Whatever creates or increases happiness or some part of happiness, we ought to do; whatever destroys or hampers happiness, or gives rise to its opposite, we ought not to do.

[τὰ μὲν γὰρ παρασκευάζοντα ταύτην ἢ τῶν μορίων τι, ἢ μεῖζον ἀντ᾽ ἐλάττονος ποιοῦντα, δεῖ πράττειν, τὰ δὲ φθείροντα ἢ ἐμποδίζοντα ἢ τὰ ἐναντία ποιοῦντα μὴ πράττειν.]

Aristotle (384-322 BC) Greek philosopher
Rhetoric [Ῥητορική; Ars Rhetorica], Book 1, ch. 5, sec. 2 / 1360b.11 (350 BC) [tr. Roberts (1954)]
    (Source)

Original Greek. Alternate translations:

For it behoves us to perform those acts which procure [happiness], or any one of its constituent parts, or which, when it is little, render it greater; but not to perform those which destroy, or obstruct it, or produce its contraries.
[Source (1847)]

We needs do the things which procure [happiness] or any of its constituents, or which render it greater from having been less, and refrain from doing the things which destroy or impede it, or produce its opposites.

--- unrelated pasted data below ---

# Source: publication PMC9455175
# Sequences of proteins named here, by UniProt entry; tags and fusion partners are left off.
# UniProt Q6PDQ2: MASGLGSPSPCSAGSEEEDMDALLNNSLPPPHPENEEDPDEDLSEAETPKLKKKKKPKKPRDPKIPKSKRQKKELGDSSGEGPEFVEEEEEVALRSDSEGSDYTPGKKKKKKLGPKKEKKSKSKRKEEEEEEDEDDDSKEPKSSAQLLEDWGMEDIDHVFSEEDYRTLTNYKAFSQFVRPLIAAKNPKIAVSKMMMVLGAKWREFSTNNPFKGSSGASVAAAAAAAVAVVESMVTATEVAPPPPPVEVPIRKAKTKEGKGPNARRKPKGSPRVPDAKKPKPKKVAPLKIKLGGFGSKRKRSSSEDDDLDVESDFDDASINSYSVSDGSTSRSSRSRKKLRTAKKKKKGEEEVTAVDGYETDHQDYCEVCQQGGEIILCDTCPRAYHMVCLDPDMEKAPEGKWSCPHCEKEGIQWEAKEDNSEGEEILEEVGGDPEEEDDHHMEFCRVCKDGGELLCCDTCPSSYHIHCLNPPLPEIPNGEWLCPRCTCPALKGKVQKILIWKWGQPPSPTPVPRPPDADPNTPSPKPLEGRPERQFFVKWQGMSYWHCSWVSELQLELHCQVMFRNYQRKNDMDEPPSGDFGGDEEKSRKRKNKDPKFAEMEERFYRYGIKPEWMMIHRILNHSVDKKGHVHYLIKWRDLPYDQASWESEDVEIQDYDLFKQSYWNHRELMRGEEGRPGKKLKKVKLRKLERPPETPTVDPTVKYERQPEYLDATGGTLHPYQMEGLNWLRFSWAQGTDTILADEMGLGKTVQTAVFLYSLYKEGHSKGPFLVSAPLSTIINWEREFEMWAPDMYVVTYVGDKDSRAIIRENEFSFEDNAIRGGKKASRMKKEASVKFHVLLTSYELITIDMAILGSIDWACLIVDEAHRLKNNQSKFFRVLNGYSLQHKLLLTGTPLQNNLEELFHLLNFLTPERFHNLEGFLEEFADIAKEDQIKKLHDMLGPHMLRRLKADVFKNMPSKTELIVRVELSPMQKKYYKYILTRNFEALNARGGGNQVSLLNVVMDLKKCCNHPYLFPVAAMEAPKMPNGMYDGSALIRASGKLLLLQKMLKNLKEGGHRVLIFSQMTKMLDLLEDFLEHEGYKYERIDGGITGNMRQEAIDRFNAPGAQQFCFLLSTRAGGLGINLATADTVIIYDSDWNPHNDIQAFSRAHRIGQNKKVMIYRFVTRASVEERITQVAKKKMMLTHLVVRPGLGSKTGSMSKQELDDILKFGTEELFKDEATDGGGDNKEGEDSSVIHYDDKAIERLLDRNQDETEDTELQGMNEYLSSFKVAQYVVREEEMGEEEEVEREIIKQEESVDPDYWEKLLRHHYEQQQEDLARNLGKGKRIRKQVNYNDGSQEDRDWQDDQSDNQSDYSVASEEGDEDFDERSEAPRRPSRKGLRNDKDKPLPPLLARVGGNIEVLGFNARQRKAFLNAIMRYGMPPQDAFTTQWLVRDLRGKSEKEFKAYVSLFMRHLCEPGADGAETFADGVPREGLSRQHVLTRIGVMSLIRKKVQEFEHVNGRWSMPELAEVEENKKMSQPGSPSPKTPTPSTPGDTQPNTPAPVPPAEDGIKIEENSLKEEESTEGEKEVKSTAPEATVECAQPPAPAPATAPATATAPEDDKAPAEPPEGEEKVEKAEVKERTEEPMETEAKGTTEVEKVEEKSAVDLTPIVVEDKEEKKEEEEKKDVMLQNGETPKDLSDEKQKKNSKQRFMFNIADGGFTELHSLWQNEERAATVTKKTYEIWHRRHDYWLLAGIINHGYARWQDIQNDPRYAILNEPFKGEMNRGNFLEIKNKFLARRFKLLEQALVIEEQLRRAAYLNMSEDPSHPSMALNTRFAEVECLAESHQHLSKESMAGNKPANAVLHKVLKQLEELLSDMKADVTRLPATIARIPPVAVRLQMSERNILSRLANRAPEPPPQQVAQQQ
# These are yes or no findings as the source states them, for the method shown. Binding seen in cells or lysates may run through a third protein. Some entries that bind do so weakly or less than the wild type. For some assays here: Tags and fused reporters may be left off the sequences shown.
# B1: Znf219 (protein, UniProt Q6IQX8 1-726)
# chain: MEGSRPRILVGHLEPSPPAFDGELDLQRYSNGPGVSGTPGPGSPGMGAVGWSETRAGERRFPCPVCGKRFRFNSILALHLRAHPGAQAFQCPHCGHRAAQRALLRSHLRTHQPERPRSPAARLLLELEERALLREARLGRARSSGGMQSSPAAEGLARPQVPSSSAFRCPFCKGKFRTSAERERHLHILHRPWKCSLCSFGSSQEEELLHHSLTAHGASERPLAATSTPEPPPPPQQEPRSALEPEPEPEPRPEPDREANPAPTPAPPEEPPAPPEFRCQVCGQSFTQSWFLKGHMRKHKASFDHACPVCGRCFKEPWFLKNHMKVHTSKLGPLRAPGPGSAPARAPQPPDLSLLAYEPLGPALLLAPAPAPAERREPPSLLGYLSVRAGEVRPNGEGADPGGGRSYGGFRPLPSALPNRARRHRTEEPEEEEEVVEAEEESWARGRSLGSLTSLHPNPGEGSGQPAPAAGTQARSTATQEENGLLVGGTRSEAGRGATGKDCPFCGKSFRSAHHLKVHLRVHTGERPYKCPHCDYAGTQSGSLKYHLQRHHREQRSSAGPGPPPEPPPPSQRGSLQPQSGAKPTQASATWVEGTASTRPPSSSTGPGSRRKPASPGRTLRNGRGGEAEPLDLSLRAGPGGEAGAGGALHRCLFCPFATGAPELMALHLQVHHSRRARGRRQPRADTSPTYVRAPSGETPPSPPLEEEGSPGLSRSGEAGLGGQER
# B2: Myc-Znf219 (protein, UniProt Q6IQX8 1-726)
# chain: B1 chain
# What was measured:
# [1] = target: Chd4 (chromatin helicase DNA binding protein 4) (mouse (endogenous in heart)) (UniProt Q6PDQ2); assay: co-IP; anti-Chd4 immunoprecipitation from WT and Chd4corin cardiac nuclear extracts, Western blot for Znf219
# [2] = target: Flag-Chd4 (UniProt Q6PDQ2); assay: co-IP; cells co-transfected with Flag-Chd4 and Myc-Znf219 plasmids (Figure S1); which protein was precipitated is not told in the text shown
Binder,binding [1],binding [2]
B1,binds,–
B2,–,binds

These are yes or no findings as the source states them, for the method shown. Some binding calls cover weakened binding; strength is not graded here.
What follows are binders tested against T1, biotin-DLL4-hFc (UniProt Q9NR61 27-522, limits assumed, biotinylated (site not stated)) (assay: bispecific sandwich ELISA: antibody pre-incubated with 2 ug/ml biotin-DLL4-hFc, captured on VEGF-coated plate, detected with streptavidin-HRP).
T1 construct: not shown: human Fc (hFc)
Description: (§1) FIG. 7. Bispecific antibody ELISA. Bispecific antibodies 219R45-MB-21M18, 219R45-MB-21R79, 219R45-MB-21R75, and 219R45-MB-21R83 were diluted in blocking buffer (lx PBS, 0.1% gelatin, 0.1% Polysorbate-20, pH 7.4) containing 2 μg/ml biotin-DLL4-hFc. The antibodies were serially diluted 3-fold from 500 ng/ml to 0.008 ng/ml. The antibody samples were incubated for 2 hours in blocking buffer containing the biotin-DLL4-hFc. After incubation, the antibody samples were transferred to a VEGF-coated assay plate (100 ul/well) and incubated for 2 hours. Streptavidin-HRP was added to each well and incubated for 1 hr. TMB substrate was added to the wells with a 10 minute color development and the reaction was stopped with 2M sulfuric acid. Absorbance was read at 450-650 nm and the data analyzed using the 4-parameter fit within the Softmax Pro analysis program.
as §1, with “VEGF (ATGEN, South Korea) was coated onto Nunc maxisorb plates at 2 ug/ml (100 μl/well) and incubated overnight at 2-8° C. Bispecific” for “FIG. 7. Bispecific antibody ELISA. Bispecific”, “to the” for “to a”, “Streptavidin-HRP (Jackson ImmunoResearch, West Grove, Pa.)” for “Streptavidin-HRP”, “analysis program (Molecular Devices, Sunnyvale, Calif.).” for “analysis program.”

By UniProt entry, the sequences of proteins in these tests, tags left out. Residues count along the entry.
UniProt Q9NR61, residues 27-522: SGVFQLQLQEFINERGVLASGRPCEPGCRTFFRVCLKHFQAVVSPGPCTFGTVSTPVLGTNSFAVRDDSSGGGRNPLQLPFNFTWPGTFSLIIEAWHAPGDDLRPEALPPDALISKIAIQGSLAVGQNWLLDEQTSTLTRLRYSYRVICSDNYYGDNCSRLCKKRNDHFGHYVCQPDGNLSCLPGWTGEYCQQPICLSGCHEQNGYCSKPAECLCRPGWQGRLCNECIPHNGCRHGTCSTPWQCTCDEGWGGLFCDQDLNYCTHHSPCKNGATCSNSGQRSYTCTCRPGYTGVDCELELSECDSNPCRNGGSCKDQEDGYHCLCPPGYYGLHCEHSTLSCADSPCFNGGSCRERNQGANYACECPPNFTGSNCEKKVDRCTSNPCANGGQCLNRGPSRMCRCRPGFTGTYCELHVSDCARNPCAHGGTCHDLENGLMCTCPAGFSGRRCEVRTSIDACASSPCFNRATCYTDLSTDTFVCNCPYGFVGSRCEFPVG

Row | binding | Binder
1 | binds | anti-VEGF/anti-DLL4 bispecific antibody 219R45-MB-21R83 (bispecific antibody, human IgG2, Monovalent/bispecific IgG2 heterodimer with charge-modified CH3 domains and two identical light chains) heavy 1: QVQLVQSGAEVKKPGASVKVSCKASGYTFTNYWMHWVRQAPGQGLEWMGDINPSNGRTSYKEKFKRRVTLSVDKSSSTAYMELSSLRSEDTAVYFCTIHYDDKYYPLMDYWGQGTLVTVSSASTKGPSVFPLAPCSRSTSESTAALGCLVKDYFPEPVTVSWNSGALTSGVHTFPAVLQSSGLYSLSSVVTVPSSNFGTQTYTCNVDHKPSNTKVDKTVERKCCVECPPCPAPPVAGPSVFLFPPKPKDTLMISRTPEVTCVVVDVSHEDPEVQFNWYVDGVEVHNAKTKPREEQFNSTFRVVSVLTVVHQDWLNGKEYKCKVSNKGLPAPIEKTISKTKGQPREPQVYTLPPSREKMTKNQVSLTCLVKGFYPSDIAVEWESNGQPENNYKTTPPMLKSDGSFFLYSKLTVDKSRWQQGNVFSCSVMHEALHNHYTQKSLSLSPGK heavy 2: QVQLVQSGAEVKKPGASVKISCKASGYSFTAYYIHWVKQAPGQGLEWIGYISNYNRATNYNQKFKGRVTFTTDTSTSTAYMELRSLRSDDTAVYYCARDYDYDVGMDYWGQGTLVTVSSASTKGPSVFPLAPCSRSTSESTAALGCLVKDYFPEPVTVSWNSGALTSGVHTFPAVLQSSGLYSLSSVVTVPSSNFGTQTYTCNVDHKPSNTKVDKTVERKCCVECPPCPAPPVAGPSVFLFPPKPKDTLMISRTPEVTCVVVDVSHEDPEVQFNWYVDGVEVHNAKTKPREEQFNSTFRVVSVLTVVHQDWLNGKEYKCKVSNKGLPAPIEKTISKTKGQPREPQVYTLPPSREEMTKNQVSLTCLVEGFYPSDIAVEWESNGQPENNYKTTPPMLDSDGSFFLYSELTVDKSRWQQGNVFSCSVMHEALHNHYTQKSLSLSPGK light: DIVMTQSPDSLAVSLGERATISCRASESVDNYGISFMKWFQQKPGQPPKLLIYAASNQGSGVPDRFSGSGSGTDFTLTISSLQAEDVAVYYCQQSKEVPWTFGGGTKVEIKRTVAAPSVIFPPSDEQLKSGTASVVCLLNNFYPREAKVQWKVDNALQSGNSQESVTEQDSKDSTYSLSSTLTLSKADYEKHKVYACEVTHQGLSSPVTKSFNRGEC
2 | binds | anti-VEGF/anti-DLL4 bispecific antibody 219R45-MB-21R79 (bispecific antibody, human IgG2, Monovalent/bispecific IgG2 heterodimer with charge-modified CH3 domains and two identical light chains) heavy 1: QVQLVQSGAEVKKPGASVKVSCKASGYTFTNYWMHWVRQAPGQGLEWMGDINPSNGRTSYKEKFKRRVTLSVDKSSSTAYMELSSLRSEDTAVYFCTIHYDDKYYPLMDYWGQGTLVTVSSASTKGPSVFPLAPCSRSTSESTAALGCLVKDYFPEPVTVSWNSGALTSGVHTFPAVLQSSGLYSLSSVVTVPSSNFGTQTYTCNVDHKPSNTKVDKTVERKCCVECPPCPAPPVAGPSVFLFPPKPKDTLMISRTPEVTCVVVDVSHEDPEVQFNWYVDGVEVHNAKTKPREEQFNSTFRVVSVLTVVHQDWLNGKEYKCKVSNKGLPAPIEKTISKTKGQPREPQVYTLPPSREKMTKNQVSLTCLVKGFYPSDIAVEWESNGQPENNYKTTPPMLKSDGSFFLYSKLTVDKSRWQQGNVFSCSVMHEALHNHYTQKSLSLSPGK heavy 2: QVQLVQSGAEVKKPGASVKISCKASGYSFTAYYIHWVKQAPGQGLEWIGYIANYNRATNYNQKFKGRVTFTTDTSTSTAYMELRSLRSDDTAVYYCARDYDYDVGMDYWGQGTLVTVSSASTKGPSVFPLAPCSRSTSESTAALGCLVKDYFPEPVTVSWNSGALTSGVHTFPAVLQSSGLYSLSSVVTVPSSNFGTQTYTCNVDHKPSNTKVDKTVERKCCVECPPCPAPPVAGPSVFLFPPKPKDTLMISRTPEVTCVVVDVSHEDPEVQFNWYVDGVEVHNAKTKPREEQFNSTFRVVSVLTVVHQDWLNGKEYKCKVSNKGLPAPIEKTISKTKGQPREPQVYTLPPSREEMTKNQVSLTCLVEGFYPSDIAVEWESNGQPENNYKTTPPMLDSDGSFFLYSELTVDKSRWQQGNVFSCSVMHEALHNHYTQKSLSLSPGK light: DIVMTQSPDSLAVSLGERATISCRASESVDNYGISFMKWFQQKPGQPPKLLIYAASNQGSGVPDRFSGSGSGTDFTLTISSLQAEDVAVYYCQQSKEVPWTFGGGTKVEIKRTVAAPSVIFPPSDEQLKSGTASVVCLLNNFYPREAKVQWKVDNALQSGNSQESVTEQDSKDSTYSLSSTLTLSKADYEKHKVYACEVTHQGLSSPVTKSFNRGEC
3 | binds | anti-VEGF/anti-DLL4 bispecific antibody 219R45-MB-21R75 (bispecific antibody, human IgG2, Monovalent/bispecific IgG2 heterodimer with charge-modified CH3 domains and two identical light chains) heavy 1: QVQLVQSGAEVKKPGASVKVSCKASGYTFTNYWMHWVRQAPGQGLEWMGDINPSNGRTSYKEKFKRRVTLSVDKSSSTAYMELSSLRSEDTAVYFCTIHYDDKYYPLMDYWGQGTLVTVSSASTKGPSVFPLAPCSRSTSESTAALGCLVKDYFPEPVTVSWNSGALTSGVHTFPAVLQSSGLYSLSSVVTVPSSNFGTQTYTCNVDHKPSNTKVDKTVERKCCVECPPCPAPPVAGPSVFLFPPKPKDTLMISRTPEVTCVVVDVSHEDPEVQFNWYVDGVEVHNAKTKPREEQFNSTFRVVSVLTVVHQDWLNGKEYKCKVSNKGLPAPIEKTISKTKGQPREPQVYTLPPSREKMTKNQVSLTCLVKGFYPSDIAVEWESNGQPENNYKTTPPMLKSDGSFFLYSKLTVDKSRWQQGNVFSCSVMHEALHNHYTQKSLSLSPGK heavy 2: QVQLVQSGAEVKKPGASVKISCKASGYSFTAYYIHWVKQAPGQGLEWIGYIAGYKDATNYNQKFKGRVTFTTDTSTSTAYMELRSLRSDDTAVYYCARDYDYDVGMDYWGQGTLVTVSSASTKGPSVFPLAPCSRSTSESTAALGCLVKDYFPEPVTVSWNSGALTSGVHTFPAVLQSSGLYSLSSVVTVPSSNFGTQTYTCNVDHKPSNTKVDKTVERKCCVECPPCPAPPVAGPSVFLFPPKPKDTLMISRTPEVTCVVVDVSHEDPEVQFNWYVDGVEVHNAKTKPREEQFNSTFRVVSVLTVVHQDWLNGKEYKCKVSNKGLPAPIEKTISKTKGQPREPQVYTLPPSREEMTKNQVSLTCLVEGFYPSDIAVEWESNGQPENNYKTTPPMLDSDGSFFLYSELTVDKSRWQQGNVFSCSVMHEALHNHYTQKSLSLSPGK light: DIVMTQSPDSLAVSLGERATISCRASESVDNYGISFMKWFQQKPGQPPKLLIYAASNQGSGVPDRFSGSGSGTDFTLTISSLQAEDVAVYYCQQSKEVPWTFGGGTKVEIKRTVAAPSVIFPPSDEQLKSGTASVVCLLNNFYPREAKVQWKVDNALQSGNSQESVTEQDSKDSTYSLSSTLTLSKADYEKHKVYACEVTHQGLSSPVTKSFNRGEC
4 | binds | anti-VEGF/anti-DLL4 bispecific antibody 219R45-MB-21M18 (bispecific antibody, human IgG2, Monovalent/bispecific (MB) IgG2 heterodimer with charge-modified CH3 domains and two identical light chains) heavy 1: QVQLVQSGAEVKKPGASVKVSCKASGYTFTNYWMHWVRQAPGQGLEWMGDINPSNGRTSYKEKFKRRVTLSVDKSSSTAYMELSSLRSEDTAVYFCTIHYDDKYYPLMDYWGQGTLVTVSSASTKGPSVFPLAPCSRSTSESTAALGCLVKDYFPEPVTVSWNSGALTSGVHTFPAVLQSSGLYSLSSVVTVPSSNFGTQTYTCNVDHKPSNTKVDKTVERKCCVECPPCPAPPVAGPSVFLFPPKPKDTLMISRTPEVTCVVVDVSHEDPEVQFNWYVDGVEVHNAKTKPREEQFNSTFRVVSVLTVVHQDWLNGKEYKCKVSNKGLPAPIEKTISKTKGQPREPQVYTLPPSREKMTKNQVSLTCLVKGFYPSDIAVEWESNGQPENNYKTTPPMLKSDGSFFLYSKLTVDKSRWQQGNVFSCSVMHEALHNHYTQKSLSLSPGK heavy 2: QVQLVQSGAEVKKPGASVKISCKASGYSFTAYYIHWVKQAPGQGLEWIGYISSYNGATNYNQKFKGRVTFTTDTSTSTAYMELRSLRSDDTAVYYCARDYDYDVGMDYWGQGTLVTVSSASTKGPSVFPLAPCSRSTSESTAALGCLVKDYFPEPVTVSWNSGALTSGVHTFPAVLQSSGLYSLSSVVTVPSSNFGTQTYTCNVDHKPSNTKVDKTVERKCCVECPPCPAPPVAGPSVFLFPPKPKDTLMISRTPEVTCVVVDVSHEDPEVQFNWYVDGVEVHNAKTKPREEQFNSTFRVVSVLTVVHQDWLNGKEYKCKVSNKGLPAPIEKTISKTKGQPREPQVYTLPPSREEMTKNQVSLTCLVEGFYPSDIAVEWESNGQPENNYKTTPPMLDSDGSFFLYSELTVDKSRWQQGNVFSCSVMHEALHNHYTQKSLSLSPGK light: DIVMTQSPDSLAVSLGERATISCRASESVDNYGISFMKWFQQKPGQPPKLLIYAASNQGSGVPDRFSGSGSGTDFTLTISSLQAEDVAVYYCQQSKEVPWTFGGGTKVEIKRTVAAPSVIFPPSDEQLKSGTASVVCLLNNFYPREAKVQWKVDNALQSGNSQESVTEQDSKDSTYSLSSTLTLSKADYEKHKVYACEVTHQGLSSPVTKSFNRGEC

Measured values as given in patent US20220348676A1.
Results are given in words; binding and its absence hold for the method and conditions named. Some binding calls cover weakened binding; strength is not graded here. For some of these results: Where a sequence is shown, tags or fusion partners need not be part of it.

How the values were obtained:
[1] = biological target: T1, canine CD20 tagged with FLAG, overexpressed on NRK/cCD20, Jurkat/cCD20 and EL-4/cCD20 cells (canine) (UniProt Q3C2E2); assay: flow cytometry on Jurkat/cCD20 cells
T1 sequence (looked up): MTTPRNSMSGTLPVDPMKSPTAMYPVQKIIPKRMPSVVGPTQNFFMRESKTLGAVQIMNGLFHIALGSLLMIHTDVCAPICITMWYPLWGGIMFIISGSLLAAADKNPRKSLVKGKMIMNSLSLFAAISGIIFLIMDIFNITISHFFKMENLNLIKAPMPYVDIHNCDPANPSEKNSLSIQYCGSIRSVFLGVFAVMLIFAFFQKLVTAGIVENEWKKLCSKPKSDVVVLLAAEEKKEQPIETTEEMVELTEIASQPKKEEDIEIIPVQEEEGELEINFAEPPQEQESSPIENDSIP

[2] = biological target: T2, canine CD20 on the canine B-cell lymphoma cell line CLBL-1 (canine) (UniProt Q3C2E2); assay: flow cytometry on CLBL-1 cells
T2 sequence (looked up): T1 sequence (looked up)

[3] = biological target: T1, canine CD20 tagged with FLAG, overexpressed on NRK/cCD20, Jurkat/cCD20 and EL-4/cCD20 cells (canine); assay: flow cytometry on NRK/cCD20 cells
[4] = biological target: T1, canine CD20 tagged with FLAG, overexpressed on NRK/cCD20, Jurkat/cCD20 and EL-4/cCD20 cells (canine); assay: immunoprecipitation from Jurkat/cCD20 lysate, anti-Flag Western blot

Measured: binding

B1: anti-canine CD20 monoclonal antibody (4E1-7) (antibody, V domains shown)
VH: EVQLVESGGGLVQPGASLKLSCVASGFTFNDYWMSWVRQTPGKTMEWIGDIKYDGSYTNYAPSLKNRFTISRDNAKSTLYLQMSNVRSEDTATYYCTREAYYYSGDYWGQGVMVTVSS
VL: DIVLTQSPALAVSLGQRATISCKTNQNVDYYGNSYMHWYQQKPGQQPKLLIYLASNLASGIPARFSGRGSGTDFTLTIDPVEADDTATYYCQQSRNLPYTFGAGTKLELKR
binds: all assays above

[tr. Buckley (1850)]

Since we ought to do those things which tend to create [Happiness] or any one of its parts, or to increase that part; but we ought not do those things which corrupt, or hinder it, or produce its opposite.
[tr. Jebb (1873)]

For one should do the things which procure happiness or one of its parts, or increase instead of diminishing it, and avoid doing those things which destroy or hinder it or bring about what is contrary to it.
[tr. Freese (1924)]

After all, we are bound to act in a way that creates the conditions for happiness or one of its constituents, or at any rate increases rather than diminishes it, and to avoid doing things that destroy or hinder it or have outcomes that oppose it.
[tr. Waterfield (2018)]

Added on 9-Apr-21 | Last updated 19-Apr-21
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